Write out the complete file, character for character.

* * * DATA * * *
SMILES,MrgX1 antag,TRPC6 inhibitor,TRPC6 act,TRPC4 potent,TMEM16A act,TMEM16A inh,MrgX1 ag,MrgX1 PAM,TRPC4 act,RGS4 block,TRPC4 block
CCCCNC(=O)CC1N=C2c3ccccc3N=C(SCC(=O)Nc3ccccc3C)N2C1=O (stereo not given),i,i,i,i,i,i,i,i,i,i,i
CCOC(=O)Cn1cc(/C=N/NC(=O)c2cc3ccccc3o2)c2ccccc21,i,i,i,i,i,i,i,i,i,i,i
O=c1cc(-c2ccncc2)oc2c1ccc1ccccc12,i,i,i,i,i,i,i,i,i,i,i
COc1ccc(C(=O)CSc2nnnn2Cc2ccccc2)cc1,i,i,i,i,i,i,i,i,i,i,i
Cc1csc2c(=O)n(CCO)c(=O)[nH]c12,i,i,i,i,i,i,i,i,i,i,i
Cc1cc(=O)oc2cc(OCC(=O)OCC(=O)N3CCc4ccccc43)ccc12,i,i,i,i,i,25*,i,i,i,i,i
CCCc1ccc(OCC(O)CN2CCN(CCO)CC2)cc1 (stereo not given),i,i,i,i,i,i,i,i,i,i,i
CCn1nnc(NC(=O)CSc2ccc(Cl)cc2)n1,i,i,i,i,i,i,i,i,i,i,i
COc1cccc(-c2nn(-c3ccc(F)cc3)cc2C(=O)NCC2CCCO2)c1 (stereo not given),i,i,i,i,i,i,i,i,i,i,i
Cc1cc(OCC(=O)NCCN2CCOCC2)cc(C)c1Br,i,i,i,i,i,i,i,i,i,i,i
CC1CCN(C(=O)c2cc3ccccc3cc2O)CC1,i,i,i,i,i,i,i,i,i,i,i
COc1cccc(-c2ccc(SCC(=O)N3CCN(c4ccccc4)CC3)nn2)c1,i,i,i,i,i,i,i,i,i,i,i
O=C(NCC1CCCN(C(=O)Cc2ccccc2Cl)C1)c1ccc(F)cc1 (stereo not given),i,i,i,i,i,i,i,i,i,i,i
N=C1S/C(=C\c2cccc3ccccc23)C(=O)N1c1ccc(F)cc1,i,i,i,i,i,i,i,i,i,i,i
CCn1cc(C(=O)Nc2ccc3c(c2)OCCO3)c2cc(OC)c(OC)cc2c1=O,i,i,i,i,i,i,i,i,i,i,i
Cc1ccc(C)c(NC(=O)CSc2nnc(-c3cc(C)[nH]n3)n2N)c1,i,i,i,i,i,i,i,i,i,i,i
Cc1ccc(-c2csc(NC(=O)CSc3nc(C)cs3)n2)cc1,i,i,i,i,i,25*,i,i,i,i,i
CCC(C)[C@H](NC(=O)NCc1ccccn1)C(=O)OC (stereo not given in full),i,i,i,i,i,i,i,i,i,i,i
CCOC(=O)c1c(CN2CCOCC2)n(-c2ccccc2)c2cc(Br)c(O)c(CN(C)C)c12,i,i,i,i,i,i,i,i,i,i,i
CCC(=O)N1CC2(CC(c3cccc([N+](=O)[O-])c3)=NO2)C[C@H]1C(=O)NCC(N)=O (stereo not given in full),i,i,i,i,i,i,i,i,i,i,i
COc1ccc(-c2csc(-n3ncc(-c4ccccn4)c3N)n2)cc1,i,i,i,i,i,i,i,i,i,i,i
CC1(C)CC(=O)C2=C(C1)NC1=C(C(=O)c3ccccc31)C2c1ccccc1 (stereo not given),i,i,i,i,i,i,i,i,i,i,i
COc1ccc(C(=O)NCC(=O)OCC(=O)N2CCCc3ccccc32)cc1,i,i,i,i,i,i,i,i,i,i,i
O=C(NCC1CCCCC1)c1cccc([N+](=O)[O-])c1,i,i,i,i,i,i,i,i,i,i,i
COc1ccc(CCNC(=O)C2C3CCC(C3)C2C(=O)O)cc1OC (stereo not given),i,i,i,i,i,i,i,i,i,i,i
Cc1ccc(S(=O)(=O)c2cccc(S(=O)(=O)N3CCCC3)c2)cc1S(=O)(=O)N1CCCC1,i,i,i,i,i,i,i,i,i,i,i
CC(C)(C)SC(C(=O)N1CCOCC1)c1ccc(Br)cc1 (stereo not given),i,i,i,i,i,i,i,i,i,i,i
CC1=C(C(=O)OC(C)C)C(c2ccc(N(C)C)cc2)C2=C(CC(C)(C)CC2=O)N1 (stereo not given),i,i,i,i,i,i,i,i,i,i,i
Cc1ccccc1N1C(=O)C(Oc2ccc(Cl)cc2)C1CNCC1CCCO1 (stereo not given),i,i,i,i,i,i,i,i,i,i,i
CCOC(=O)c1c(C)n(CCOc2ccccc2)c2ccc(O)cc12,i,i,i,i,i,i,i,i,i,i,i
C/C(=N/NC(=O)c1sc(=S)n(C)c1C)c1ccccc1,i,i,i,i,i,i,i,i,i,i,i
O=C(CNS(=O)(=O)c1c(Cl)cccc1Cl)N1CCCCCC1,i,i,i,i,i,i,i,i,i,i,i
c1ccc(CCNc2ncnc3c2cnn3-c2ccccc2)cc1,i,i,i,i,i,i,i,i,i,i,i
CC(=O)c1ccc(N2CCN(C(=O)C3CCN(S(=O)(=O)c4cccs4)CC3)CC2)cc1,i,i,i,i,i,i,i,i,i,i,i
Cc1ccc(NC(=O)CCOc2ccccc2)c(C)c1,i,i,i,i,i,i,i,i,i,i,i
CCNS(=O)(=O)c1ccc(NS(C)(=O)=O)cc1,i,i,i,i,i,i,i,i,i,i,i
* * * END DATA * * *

SMILES,MrgX1 antag,TRPC6 inhibitor,TRPC6 act,TRPC4 potent,TMEM16A act,TMEM16A inh,MrgX1 ag,MrgX1 PAM,TRPC4 act,RGS4 block,TRPC4 block
CCCCNC(=O)CC1N=C2c3ccccc3N=C(SCC(=O)Nc3ccccc3C)N2C1=O (stereo not given),i,i,i,i,i,i,i,i,i,i,i
CCOC(=O)Cn1cc(/C=N/NC(=O)c2cc3ccccc3o2)c2ccccc21,i,i,i,i,i,i,i,i,i,i,i
O=c1cc(-c2ccncc2)oc2c1ccc1ccccc12,i,i,i,i,i,i,i,i,i,i,i
COc1ccc(C(=O)CSc2nnnn2Cc2ccccc2)cc1,i,i,i,i,i,i,i,i,i,i,i
Cc1csc2c(=O)n(CCO)c(=O)[nH]c12,i,i,i,i,i,i,i,i,i,i,i
Cc1cc(=O)oc2cc(OCC(=O)OCC(=O)N3CCc4ccccc43)ccc12,i,i,i,i,i,25*,i,i,i,i,i
CCCc1ccc(OCC(O)CN2CCN(CCO)CC2)cc1 (stereo not given),i,i,i,i,i,i,i,i,i,i,i
CCn1nnc(NC(=O)CSc2ccc(Cl)cc2)n1,i,i,i,i,i,i,i,i,i,i,i
COc1cccc(-c2nn(-c3ccc(F)cc3)cc2C(=O)NCC2CCCO2)c1 (stereo not given),i,i,i,i,i,i,i,i,i,i,i
Cc1cc(OCC(=O)NCCN2CCOCC2)cc(C)c1Br,i,i,i,i,i,i,i,i,i,i,i
CC1CCN(C(=O)c2cc3ccccc3cc2O)CC1,i,i,i,i,i,i,i,i,i,i,i
COc1cccc(-c2ccc(SCC(=O)N3CCN(c4ccccc4)CC3)nn2)c1,i,i,i,i,i,i,i,i,i,i,i
O=C(NCC1CCCN(C(=O)Cc2ccccc2Cl)C1)c1ccc(F)cc1 (stereo not given),i,i,i,i,i,i,i,i,i,i,i
N=C1S/C(=C\c2cccc3ccccc23)C(=O)N1c1ccc(F)cc1,i,i,i,i,i,i,i,i,i,i,i
CCn1cc(C(=O)Nc2ccc3c(c2)OCCO3)c2cc(OC)c(OC)cc2c1=O,i,i,i,i,i,i,i,i,i,i,i
Cc1ccc(C)c(NC(=O)CSc2nnc(-c3cc(C)[nH]n3)n2N)c1,i,i,i,i,i,i,i,i,i,i,i
Cc1ccc(-c2csc(NC(=O)CSc3nc(C)cs3)n2)cc1,i,i,i,i,i,25*,i,i,i,i,i
CCC(C)[C@H](NC(=O)NCc1ccccn1)C(=O)OC (stereo not given in full),i,i,i,i,i,i,i,i,i,i,i
CCOC(=O)c1c(CN2CCOCC2)n(-c2ccccc2)c2cc(Br)c(O)c(CN(C)C)c12,i,i,i,i,i,i,i,i,i,i,i
CCC(=O)N1CC2(CC(c3cccc([N+](=O)[O-])c3)=NO2)C[C@H]1C(=O)NCC(N)=O (stereo not given in full),i,i,i,i,i,i,i,i,i,i,i
COc1ccc(-c2csc(-n3ncc(-c4ccccn4)c3N)n2)cc1,i,i,i,i,i,i,i,i,i,i,i
CC1(C)CC(=O)C2=C(C1)NC1=C(C(=O)c3ccccc31)C2c1ccccc1 (stereo not given),i,i,i,i,i,i,i,i,i,i,i
COc1ccc(C(=O)NCC(=O)OCC(=O)N2CCCc3ccccc32)cc1,i,i,i,i,i,i,i,i,i,i,i
O=C(NCC1CCCCC1)c1cccc([N+](=O)[O-])c1,i,i,i,i,i,i,i,i,i,i,i
COc1ccc(CCNC(=O)C2C3CCC(C3)C2C(=O)O)cc1OC (stereo not given),i,i,i,i,i,i,i,i,i,i,i
Cc1ccc(S(=O)(=O)c2cccc(S(=O)(=O)N3CCCC3)c2)cc1S(=O)(=O)N1CCCC1,i,i,i,i,i,i,i,i,i,i,i
CC(C)(C)SC(C(=O)N1CCOCC1)c1ccc(Br)cc1 (stereo not given),i,i,i,i,i,i,i,i,i,i,i
CC1=C(C(=O)OC(C)C)C(c2ccc(N(C)C)cc2)C2=C(CC(C)(C)CC2=O)N1 (stereo not given),i,i,i,i,i,i,i,i,i,i,i
Cc1ccccc1N1C(=O)C(Oc2ccc(Cl)cc2)C1CNCC1CCCO1 (stereo not given),i,i,i,i,i,i,i,i,i,i,i
CCOC(=O)c1c(C)n(CCOc2ccccc2)c2ccc(O)cc12,i,i,i,i,i,i,i,i,i,i,i
C/C(=N/NC(=O)c1sc(=S)n(C)c1C)c1ccccc1,i,i,i,i,i,i,i,i,i,i,i
O=C(CNS(=O)(=O)c1c(Cl)cccc1Cl)N1CCCCCC1,i,i,i,i,i,i,i,i,i,i,i
c1ccc(CCNc2ncnc3c2cnn3-c2ccccc2)cc1,i,i,i,i,i,i,i,i,i,i,i
CC(=O)c1ccc(N2CCN(C(=O)C3CCN(S(=O)(=O)c4cccs4)CC3)CC2)cc1,i,i,i,i,i,i,i,i,i,i,i
Cc1ccc(NC(=O)CCOc2ccccc2)c(C)c1,i,i,i,i,i,i,i,i,i,i,i
CCNS(=O)(=O)c1ccc(NS(C)(=O)=O)cc1,i,i,i,i,i,i,i,i,i,i,i